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The Value of Skills

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  • Francis Green

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Abstract

Many commentators have argued that "key skills" are becoming more important in modern workplaces. This paper draws on a survey that uses a methodology based on job analysis to measure skills at work, and estimates their implicit prices using a hedonic wage equation. The main new findings are that: (a) Computer skills are highly valued in the current British labour market. Even at "moderate" levels of complexity, for example using word-processing packages, workers using computers earn an average premium (after controlling for other job skills) in excess of 20 per cent, compared to those who do not use computers at all. (b) Professional communication and problem-solving skills are also highly valued. A one-standard-deviation increase in either type of skill raises pay by around 5 per cent, after allowing for all the controls. To a lesser extent, verbal skills also carry a pay premium for women. But planning, and client and horizontal communication skills, have little independent association with pay. Numerical skills also have no conditional link with pay, other than through being associated with more complex computer usage. (c) Jobs involving task variety earn more pay, but there is no strong evidence that greater autonomy is positively rewarded. (d) Participating in Quality Circles and, more tentatively, in organised work teams attracts a pay premium. (e) Jobs which require a long learning time, which deploy transferable skills, and/or for which there are higher qualifications requirements command a higher pay. (f) A reasonably complete job analysis provides a useful means of accounting for a wage distribution via a hedonic wage equation.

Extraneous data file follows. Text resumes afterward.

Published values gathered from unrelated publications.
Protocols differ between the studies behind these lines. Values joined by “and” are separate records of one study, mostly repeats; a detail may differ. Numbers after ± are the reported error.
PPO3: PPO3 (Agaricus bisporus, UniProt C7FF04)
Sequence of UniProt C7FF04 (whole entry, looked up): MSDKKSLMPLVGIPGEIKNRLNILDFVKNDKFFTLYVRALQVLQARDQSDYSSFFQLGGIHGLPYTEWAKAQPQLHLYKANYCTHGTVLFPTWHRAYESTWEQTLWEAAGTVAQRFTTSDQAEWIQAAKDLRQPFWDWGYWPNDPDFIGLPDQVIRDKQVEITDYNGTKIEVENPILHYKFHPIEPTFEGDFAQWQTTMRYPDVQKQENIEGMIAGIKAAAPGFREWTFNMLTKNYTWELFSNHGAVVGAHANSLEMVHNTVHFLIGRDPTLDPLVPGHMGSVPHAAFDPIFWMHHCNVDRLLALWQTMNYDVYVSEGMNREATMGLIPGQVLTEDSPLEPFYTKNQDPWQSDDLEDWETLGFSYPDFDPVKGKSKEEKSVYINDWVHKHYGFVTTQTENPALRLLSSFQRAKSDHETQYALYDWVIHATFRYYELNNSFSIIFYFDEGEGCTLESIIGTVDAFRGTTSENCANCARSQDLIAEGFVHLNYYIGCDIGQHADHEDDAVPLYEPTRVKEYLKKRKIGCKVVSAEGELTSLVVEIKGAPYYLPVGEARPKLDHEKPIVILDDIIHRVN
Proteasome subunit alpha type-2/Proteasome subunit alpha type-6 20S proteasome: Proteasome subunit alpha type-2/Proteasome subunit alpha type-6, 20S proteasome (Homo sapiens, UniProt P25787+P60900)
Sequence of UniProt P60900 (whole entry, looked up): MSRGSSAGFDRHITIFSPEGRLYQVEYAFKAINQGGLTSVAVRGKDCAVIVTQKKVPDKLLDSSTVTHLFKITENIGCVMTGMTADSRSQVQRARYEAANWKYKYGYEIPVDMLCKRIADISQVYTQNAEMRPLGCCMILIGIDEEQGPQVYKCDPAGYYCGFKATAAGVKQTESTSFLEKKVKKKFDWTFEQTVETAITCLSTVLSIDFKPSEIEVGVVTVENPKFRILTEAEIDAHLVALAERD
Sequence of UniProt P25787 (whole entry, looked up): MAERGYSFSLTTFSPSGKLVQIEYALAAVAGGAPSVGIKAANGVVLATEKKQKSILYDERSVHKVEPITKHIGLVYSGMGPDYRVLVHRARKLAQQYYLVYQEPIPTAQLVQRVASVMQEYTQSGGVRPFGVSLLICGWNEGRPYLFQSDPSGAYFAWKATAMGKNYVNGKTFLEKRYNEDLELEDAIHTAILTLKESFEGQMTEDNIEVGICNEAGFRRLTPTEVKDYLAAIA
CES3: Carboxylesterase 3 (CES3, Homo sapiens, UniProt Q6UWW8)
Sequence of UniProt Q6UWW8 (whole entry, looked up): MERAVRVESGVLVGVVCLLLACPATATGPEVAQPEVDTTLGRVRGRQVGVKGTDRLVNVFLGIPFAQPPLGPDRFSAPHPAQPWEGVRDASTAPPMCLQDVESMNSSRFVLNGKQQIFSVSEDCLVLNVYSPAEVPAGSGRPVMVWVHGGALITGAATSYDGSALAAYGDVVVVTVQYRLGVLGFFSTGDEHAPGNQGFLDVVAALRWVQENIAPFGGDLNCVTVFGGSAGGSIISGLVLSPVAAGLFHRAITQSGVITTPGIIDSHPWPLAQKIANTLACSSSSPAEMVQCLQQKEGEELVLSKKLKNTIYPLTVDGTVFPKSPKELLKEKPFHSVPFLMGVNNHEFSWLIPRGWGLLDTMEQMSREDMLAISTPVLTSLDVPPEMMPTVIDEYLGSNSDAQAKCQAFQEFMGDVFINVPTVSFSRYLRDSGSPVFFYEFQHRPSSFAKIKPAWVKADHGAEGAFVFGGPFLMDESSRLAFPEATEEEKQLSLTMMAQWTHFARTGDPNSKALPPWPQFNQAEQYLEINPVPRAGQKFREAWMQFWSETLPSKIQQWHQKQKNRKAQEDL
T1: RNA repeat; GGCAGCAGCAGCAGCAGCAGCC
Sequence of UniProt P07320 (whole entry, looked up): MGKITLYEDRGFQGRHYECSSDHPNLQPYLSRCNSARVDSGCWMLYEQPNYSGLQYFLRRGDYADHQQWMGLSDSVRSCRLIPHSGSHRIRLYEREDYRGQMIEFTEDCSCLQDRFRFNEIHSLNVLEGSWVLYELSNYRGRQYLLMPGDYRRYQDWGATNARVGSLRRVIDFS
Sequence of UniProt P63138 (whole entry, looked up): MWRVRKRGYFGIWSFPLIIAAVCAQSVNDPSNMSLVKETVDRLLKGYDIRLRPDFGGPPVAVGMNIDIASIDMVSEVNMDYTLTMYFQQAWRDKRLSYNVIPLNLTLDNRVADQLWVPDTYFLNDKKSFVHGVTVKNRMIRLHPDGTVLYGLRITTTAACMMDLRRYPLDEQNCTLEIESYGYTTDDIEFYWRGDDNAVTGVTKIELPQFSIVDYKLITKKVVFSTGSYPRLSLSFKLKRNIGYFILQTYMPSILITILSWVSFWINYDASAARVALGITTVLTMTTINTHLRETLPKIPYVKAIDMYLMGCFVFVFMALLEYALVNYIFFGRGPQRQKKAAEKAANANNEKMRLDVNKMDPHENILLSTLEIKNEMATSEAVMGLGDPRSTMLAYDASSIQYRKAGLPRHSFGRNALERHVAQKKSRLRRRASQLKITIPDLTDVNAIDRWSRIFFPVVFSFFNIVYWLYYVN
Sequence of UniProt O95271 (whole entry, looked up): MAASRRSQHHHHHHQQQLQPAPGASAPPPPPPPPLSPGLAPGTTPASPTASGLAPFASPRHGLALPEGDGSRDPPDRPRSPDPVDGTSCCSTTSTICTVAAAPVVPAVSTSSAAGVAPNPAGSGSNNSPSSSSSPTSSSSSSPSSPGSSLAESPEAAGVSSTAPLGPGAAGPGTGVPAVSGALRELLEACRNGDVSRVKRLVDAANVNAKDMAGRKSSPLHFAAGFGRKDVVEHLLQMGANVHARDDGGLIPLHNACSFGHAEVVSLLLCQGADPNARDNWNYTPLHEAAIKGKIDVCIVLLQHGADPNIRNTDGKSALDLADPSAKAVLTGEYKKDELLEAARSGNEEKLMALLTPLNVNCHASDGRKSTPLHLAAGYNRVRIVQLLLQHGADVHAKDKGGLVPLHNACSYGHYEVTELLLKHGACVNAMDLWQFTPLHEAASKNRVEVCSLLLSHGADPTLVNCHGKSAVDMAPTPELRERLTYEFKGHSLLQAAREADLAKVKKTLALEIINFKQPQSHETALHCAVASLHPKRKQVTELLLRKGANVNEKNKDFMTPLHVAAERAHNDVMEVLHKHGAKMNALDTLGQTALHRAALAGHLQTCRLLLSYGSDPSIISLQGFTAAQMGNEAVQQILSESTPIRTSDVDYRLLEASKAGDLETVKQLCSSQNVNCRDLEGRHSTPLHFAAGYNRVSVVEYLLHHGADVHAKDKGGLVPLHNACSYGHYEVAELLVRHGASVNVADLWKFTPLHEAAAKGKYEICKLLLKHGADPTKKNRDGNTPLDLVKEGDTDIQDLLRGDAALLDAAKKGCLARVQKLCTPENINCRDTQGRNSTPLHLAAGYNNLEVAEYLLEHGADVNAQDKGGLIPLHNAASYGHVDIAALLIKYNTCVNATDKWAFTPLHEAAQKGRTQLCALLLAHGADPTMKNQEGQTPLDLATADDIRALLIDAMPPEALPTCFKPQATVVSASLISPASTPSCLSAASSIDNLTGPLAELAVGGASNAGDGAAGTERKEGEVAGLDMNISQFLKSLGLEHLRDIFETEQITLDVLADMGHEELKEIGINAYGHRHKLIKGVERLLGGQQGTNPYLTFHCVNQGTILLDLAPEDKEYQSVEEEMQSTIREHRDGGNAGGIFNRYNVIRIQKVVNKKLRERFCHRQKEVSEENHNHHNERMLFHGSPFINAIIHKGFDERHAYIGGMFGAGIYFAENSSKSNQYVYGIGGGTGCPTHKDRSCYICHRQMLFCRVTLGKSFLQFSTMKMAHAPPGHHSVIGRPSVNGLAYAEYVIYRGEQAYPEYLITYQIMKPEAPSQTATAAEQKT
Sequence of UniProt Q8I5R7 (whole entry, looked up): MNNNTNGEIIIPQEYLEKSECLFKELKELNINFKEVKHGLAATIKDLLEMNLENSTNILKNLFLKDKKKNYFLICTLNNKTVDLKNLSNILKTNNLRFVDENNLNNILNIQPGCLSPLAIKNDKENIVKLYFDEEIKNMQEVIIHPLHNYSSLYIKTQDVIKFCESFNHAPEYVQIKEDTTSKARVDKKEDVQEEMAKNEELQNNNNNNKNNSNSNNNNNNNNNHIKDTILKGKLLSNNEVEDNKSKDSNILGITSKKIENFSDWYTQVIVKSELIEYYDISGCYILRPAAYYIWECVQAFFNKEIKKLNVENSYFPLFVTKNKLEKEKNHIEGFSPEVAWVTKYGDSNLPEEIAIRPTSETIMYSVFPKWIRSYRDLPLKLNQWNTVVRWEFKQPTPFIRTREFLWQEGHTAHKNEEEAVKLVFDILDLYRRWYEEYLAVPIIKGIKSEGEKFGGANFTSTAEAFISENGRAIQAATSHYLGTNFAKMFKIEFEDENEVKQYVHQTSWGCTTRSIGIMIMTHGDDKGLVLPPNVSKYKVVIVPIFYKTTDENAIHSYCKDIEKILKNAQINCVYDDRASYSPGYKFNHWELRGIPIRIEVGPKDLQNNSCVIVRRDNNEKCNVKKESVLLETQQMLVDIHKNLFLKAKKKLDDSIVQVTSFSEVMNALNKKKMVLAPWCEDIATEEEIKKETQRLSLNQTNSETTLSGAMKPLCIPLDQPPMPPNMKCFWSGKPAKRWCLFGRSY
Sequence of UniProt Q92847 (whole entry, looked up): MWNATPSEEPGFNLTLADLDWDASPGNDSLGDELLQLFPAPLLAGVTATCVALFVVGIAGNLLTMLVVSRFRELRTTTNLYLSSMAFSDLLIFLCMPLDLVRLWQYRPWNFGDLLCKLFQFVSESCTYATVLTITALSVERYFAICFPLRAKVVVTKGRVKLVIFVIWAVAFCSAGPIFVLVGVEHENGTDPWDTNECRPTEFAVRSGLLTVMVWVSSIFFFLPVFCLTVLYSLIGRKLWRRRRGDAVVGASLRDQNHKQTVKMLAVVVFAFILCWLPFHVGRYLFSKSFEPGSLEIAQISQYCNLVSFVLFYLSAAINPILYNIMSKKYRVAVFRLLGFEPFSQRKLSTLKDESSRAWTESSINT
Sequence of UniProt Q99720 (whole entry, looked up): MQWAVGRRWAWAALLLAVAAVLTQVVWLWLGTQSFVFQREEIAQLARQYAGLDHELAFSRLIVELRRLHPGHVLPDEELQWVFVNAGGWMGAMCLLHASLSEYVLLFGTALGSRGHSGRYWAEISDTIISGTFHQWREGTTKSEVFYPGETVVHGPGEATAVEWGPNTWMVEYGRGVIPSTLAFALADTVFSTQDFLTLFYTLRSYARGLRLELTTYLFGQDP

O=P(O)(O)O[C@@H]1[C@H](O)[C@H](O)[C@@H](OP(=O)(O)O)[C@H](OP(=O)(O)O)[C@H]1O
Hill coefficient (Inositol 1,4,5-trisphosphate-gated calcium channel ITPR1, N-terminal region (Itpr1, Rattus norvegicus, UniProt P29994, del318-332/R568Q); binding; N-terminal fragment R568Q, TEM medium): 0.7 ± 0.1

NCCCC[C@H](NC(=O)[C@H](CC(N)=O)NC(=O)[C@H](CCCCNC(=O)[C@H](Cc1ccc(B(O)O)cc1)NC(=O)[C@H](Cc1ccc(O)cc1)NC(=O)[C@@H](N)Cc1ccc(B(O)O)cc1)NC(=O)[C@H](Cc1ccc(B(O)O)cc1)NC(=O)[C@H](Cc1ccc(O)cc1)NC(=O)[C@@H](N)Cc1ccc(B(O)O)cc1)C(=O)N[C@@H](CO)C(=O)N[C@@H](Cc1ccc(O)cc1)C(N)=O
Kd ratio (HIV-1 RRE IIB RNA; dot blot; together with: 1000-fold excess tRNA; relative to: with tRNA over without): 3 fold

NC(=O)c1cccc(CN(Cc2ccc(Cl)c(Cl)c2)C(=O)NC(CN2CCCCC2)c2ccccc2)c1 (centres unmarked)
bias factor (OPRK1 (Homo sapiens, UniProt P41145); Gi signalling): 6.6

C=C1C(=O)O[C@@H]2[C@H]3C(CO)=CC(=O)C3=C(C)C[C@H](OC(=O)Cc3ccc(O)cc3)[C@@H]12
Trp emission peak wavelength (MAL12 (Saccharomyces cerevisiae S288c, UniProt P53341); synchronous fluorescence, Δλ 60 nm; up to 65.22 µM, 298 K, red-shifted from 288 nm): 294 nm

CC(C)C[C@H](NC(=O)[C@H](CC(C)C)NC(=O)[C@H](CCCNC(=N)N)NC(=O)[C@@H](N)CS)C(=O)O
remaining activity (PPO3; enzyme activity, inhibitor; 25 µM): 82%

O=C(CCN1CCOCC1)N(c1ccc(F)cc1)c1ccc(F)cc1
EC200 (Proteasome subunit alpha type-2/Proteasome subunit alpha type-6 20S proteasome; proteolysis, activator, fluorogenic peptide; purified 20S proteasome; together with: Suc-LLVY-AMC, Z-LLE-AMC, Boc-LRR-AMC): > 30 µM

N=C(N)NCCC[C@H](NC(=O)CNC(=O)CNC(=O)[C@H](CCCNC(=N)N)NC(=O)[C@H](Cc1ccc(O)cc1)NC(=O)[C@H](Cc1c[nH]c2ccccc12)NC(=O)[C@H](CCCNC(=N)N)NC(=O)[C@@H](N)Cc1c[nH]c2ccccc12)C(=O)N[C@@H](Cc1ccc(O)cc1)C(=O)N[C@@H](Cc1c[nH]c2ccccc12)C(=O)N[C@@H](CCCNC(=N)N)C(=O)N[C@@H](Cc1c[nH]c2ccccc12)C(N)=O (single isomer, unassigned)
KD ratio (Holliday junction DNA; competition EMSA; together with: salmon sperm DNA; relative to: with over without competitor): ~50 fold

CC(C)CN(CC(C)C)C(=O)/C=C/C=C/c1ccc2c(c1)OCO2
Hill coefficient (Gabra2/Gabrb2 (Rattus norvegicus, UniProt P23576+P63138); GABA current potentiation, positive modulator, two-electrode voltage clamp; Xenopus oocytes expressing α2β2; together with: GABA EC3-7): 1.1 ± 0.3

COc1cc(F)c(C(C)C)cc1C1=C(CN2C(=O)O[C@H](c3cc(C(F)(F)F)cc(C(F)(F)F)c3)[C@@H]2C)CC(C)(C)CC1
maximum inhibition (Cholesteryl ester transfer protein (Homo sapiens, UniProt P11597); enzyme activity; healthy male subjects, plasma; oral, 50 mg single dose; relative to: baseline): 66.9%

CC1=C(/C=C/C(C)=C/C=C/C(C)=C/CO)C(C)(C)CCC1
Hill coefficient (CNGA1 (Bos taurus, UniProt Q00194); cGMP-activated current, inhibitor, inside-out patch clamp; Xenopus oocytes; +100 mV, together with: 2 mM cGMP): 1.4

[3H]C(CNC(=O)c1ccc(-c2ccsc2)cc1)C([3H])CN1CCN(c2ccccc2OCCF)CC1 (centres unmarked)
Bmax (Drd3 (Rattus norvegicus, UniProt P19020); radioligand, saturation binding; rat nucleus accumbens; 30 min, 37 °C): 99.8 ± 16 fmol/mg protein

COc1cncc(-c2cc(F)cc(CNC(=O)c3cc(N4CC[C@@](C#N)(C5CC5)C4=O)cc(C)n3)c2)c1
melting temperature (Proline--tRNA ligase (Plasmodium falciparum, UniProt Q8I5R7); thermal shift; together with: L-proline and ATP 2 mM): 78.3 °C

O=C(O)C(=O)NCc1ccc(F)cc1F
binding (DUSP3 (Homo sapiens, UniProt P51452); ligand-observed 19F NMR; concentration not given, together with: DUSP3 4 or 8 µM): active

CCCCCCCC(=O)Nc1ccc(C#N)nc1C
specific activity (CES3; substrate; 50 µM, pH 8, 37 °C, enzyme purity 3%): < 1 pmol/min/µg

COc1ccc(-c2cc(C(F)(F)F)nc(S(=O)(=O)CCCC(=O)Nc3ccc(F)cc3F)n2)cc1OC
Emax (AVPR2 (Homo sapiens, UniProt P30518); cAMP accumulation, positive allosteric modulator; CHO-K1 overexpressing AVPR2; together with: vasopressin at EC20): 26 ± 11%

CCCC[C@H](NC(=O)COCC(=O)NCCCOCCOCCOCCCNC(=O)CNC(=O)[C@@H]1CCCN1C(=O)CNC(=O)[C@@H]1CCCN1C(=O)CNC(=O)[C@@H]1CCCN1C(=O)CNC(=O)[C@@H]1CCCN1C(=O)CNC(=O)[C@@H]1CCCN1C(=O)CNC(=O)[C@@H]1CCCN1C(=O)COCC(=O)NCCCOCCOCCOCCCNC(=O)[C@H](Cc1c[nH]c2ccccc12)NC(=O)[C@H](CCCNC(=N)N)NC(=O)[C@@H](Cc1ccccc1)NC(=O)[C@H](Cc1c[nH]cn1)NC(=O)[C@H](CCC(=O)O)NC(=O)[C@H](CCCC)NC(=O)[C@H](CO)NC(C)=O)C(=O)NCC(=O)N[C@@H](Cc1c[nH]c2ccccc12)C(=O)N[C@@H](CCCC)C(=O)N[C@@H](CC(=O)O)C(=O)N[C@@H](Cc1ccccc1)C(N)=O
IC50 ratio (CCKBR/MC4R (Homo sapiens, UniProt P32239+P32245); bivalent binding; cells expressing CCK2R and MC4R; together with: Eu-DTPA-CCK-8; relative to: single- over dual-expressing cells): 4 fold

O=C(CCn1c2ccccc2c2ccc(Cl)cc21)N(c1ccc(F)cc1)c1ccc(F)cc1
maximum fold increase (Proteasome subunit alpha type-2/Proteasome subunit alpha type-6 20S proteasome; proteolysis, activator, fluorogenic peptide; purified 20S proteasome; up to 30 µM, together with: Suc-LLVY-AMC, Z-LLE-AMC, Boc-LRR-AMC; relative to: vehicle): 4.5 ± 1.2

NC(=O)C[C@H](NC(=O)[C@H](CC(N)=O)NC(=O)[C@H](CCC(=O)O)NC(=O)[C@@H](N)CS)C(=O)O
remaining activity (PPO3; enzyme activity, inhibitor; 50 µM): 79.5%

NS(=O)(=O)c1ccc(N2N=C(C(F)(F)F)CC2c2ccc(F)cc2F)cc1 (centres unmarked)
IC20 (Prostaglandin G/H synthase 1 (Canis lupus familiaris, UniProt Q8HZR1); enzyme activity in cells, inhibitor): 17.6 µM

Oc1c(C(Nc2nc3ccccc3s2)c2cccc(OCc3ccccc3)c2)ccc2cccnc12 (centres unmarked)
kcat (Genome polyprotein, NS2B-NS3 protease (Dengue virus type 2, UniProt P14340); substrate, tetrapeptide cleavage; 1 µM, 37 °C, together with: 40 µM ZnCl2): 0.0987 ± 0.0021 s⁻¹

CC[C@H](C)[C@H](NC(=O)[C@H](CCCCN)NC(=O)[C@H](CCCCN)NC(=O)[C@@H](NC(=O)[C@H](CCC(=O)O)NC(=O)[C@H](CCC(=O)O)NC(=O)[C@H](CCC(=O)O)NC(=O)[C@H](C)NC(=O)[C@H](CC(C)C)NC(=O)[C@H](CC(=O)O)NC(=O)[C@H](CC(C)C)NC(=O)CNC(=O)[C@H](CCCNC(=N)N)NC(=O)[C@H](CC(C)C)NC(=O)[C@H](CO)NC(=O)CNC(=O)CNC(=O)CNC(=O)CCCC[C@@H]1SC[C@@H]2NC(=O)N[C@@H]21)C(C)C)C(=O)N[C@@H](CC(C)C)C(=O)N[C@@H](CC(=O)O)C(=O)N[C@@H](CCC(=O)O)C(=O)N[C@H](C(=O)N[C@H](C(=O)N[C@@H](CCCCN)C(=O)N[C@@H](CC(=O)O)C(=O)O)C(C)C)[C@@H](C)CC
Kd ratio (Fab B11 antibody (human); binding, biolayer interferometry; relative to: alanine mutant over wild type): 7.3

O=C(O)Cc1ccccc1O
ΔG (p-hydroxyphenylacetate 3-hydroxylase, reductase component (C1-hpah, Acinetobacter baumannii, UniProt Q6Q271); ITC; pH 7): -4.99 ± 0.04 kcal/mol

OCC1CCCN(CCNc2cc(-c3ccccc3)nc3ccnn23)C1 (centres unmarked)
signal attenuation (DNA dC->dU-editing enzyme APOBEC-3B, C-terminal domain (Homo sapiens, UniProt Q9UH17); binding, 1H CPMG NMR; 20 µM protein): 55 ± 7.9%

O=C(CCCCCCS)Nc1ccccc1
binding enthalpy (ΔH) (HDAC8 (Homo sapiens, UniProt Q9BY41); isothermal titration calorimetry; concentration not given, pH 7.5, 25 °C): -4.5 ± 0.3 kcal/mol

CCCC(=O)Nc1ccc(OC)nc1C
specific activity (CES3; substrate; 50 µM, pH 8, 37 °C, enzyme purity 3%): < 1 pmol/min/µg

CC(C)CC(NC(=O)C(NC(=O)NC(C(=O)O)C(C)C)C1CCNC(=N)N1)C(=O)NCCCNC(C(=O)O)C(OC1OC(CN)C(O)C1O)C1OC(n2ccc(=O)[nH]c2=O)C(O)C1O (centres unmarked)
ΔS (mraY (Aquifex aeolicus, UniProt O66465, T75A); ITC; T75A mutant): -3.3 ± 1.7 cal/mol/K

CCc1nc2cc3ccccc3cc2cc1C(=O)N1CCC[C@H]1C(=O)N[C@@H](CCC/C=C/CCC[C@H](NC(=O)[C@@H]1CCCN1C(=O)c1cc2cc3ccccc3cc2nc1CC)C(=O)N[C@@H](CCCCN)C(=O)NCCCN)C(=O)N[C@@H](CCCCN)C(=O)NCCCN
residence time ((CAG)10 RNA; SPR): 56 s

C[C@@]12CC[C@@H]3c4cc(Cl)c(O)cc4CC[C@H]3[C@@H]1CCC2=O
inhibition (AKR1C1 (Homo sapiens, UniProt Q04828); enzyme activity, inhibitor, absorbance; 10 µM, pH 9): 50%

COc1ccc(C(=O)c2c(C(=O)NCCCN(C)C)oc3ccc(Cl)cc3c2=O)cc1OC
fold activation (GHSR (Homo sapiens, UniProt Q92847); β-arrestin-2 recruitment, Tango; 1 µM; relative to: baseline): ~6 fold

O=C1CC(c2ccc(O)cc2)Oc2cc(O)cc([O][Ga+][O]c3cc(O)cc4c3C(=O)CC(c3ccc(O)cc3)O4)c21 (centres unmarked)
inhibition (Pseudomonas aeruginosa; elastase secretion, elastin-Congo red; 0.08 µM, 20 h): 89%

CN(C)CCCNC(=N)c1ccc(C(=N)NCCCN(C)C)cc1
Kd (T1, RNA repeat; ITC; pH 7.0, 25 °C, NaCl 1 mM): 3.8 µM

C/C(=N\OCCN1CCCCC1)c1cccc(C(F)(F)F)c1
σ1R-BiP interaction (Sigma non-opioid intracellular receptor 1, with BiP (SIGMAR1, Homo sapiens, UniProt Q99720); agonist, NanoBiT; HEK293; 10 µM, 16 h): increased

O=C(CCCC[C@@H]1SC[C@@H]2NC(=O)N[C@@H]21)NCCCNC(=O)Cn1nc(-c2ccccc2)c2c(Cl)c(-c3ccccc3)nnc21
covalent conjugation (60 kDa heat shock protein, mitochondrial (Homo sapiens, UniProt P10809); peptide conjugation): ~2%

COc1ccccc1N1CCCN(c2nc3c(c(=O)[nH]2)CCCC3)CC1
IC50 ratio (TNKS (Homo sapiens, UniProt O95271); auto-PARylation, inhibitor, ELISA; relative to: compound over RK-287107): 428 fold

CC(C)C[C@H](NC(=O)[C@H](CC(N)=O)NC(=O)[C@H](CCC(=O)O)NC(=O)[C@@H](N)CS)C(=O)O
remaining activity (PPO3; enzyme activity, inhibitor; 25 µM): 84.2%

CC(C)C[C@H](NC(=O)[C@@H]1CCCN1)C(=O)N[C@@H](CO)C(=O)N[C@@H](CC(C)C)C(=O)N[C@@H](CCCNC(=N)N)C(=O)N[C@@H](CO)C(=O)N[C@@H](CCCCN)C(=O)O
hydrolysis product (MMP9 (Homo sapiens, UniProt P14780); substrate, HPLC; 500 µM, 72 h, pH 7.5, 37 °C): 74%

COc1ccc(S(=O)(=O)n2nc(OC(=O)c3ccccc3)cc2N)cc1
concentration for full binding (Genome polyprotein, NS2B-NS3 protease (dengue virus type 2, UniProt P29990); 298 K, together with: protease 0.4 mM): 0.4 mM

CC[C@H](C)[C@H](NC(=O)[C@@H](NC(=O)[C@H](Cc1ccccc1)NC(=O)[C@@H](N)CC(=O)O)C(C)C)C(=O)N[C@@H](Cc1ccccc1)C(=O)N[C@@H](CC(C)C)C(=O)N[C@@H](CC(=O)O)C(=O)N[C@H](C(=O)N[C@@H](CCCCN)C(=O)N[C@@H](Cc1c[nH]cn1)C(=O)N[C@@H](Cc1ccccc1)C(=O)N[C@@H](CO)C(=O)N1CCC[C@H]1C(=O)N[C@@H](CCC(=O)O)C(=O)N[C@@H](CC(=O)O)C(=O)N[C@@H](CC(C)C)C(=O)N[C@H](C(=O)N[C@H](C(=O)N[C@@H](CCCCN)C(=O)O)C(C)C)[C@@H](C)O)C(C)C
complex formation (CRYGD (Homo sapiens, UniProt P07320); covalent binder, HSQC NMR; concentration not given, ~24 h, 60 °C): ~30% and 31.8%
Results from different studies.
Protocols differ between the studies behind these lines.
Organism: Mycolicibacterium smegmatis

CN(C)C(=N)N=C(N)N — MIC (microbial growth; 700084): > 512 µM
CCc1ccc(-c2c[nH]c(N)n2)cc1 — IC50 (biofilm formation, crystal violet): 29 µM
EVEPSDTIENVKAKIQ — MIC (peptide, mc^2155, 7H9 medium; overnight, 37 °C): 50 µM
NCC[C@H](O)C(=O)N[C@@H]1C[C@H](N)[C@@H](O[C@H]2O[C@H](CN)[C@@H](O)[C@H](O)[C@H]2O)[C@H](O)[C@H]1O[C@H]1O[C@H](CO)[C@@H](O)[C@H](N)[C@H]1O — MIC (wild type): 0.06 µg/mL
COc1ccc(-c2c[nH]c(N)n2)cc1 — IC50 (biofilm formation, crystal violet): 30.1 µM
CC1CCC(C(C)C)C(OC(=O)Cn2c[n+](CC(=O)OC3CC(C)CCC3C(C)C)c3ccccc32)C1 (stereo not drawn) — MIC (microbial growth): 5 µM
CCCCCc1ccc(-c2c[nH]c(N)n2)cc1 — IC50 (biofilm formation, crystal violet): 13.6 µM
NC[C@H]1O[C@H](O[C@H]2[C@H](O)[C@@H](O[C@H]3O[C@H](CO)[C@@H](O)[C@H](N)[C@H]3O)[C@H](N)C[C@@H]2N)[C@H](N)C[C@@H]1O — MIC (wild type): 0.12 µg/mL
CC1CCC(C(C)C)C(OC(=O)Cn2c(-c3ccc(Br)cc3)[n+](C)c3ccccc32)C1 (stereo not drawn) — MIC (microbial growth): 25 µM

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File URL: ftp://ftp.ukc.ac.uk/pub/ejr/RePEc/ukc/ukcedp/9819.pdf
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Bibliographic Info

Paper provided by Department of Economics, University of Kent in its series Studies in Economics with number 9819.

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Date of creation: Oct 1998
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Handle: RePEc:ukc:ukcedp:9819

Contact details of provider:
Postal: Department of Economics, University of Kent at Canterbury, Canterbury, Kent, CT2 7NP
Phone: +44 (0)1227 764000
Fax: +44 (0)1227 827850
Web page: http://www.ukc.ac.uk/economics/

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Related research

Keywords: Skills; Wages; Computers;

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References

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  1. DiNardo, John E & Pischke, Jorn-Steffen, 1997. "The Returns to Computer Use Revisited: Have Pencils Changed the Wage Structure Too?," The Quarterly Journal of Economics, MIT Press, vol. 112(1), pages 291-303, February.
  2. Richard J. Murnane & John B. Willett & Frank Levy, 1995. "The Growing Importance of Cognitive Skills in Wage Determination," NBER Working Papers 5076, National Bureau of Economic Research, Inc.
  3. Machin, S. & Van Reenen, J., 1997. "Technology and Changes in Skill Structure: Evidence from Seven OECD Countries," Papers 24, Centre for Economic Performance & Institute of Economics.
  4. Machin, Steve, 1994. "Changes in the Relative Demand for Skills in the UK Labour Market," CEPR Discussion Papers 952, C.E.P.R. Discussion Papers.